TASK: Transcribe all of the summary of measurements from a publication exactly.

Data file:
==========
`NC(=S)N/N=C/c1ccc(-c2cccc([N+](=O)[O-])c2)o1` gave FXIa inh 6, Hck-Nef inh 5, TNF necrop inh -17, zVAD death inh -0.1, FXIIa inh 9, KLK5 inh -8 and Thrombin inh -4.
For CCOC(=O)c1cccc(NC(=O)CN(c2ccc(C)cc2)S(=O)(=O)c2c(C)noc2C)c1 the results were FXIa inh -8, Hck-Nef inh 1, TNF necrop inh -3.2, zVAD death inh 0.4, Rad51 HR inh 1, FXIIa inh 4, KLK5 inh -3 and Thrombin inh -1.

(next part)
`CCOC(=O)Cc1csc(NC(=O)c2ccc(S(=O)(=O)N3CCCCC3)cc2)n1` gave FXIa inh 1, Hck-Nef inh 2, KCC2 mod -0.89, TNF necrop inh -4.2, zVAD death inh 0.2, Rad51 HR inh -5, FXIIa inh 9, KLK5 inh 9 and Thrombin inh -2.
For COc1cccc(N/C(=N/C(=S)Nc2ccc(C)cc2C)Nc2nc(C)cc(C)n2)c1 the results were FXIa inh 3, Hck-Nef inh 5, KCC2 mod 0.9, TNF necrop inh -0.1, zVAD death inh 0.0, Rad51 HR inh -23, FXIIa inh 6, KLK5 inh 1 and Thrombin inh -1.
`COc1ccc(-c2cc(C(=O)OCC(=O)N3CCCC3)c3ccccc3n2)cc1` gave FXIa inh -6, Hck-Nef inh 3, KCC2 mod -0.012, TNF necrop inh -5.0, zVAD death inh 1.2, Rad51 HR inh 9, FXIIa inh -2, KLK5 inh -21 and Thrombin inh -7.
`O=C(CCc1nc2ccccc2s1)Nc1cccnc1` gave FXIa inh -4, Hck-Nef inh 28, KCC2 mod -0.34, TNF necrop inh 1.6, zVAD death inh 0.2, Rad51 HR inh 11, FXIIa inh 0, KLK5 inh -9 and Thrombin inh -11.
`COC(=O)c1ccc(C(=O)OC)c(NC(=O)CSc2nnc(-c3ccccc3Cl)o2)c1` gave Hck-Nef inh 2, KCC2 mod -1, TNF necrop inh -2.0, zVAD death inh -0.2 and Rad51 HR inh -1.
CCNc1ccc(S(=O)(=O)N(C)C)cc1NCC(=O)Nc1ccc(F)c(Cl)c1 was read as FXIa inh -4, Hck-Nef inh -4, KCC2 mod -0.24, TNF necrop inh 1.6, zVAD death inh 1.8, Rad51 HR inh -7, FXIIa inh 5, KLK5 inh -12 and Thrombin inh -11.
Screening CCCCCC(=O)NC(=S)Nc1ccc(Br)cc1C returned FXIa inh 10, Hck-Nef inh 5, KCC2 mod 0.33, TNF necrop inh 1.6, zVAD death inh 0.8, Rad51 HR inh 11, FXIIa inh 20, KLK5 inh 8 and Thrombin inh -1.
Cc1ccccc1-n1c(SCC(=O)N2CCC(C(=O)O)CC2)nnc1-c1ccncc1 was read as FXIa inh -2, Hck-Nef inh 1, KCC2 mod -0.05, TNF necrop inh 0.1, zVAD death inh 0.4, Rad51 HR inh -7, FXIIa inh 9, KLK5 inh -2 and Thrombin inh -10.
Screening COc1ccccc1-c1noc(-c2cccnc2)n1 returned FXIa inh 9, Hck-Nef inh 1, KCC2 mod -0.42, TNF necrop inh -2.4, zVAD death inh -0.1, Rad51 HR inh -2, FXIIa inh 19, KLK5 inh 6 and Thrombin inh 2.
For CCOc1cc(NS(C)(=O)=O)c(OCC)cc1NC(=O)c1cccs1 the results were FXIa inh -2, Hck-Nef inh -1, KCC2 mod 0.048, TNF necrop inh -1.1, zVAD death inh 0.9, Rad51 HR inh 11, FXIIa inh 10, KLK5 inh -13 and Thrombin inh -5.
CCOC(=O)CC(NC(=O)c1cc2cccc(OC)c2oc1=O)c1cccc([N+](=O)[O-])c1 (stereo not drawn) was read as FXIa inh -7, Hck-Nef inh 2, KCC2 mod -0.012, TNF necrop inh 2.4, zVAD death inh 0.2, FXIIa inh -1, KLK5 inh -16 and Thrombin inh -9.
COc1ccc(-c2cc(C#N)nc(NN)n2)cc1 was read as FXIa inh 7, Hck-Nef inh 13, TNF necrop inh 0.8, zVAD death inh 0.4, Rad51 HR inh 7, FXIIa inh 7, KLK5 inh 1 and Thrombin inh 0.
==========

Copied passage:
`NC(=S)N/N=C/c1ccc(-c2cccc([N+](=O)[O-])c2)o1` gave FXIa inh 6, Hck-Nef inh 5, TNF necrop inh -17, zVAD death inh -0.1, FXIIa inh 9, KLK5 inh -8 and Thrombin inh -4.
For CCOC(=O)c1cccc(NC(=O)CN(c2ccc(C)cc2)S(=O)(=O)c2c(C)noc2C)c1 the results were FXIa inh -8, Hck-Nef inh 1, TNF necrop inh -3.2, zVAD death inh 0.4, Rad51 HR inh 1, FXIIa inh 4, KLK5 inh -3 and Thrombin inh -1.

(next part)
`CCOC(=O)Cc1csc(NC(=O)c2ccc(S(=O)(=O)N3CCCCC3)cc2)n1` gave FXIa inh 1, Hck-Nef inh 2, KCC2 mod -0.89, TNF necrop inh -4.2, zVAD death inh 0.2, Rad51 HR inh -5, FXIIa inh 9, KLK5 inh 9 and Thrombin inh -2.
For COc1cccc(N/C(=N/C(=S)Nc2ccc(C)cc2C)Nc2nc(C)cc(C)n2)c1 the results were FXIa inh 3, Hck-Nef inh 5, KCC2 mod 0.9, TNF necrop inh -0.1, zVAD death inh 0.0, Rad51 HR inh -23, FXIIa inh 6, KLK5 inh 1 and Thrombin inh -1.
`COc1ccc(-c2cc(C(=O)OCC(=O)N3CCCC3)c3ccccc3n2)cc1` gave FXIa inh -6, Hck-Nef inh 3, KCC2 mod -0.012, TNF necrop inh -5.0, zVAD death inh 1.2, Rad51 HR inh 9, FXIIa inh -2, KLK5 inh -21 and Thrombin inh -7.
`O=C(CCc1nc2ccccc2s1)Nc1cccnc1` gave FXIa inh -4, Hck-Nef inh 28, KCC2 mod -0.34, TNF necrop inh 1.6, zVAD death inh 0.2, Rad51 HR inh 11, FXIIa inh 0, KLK5 inh -9 and Thrombin inh -11.
`COC(=O)c1ccc(C(=O)OC)c(NC(=O)CSc2nnc(-c3ccccc3Cl)o2)c1` gave Hck-Nef inh 2, KCC2 mod -1, TNF necrop inh -2.0, zVAD death inh -0.2 and Rad51 HR inh -1.
CCNc1ccc(S(=O)(=O)N(C)C)cc1NCC(=O)Nc1ccc(F)c(Cl)c1 was read as FXIa inh -4, Hck-Nef inh -4, KCC2 mod -0.24, TNF necrop inh 1.6, zVAD death inh 1.8, Rad51 HR inh -7, FXIIa inh 5, KLK5 inh -12 and Thrombin inh -11.
Screening CCCCCC(=O)NC(=S)Nc1ccc(Br)cc1C returned FXIa inh 10, Hck-Nef inh 5, KCC2 mod 0.33, TNF necrop inh 1.6, zVAD death inh 0.8, Rad51 HR inh 11, FXIIa inh 20, KLK5 inh 8 and Thrombin inh -1.
Cc1ccccc1-n1c(SCC(=O)N2CCC(C(=O)O)CC2)nnc1-c1ccncc1 was read as FXIa inh -2, Hck-Nef inh 1, KCC2 mod -0.05, TNF necrop inh 0.1, zVAD death inh 0.4, Rad51 HR inh -7, FXIIa inh 9, KLK5 inh -2 and Thrombin inh -10.
Screening COc1ccccc1-c1noc(-c2cccnc2)n1 returned FXIa inh 9, Hck-Nef inh 1, KCC2 mod -0.42, TNF necrop inh -2.4, zVAD death inh -0.1, Rad51 HR inh -2, FXIIa inh 19, KLK5 inh 6 and Thrombin inh 2.
For CCOc1cc(NS(C)(=O)=O)c(OCC)cc1NC(=O)c1cccs1 the results were FXIa inh -2, Hck-Nef inh -1, KCC2 mod 0.048, TNF necrop inh -1.1, zVAD death inh 0.9, Rad51 HR inh 11, FXIIa inh 10, KLK5 inh -13 and Thrombin inh -5.
CCOC(=O)CC(NC(=O)c1cc2cccc(OC)c2oc1=O)c1cccc([N+](=O)[O-])c1 (stereo not drawn) was read as FXIa inh -7, Hck-Nef inh 2, KCC2 mod -0.012, TNF necrop inh 2.4, zVAD death inh 0.2, FXIIa inh -1, KLK5 inh -16 and Thrombin inh -9.
COc1ccc(-c2cc(C#N)nc(NN)n2)cc1 was read as FXIa inh 7, Hck-Nef inh 13, TNF necrop inh 0.8, zVAD death inh 0.4, Rad51 HR inh 7, FXIIa inh 7, KLK5 inh 1 and Thrombin inh 0.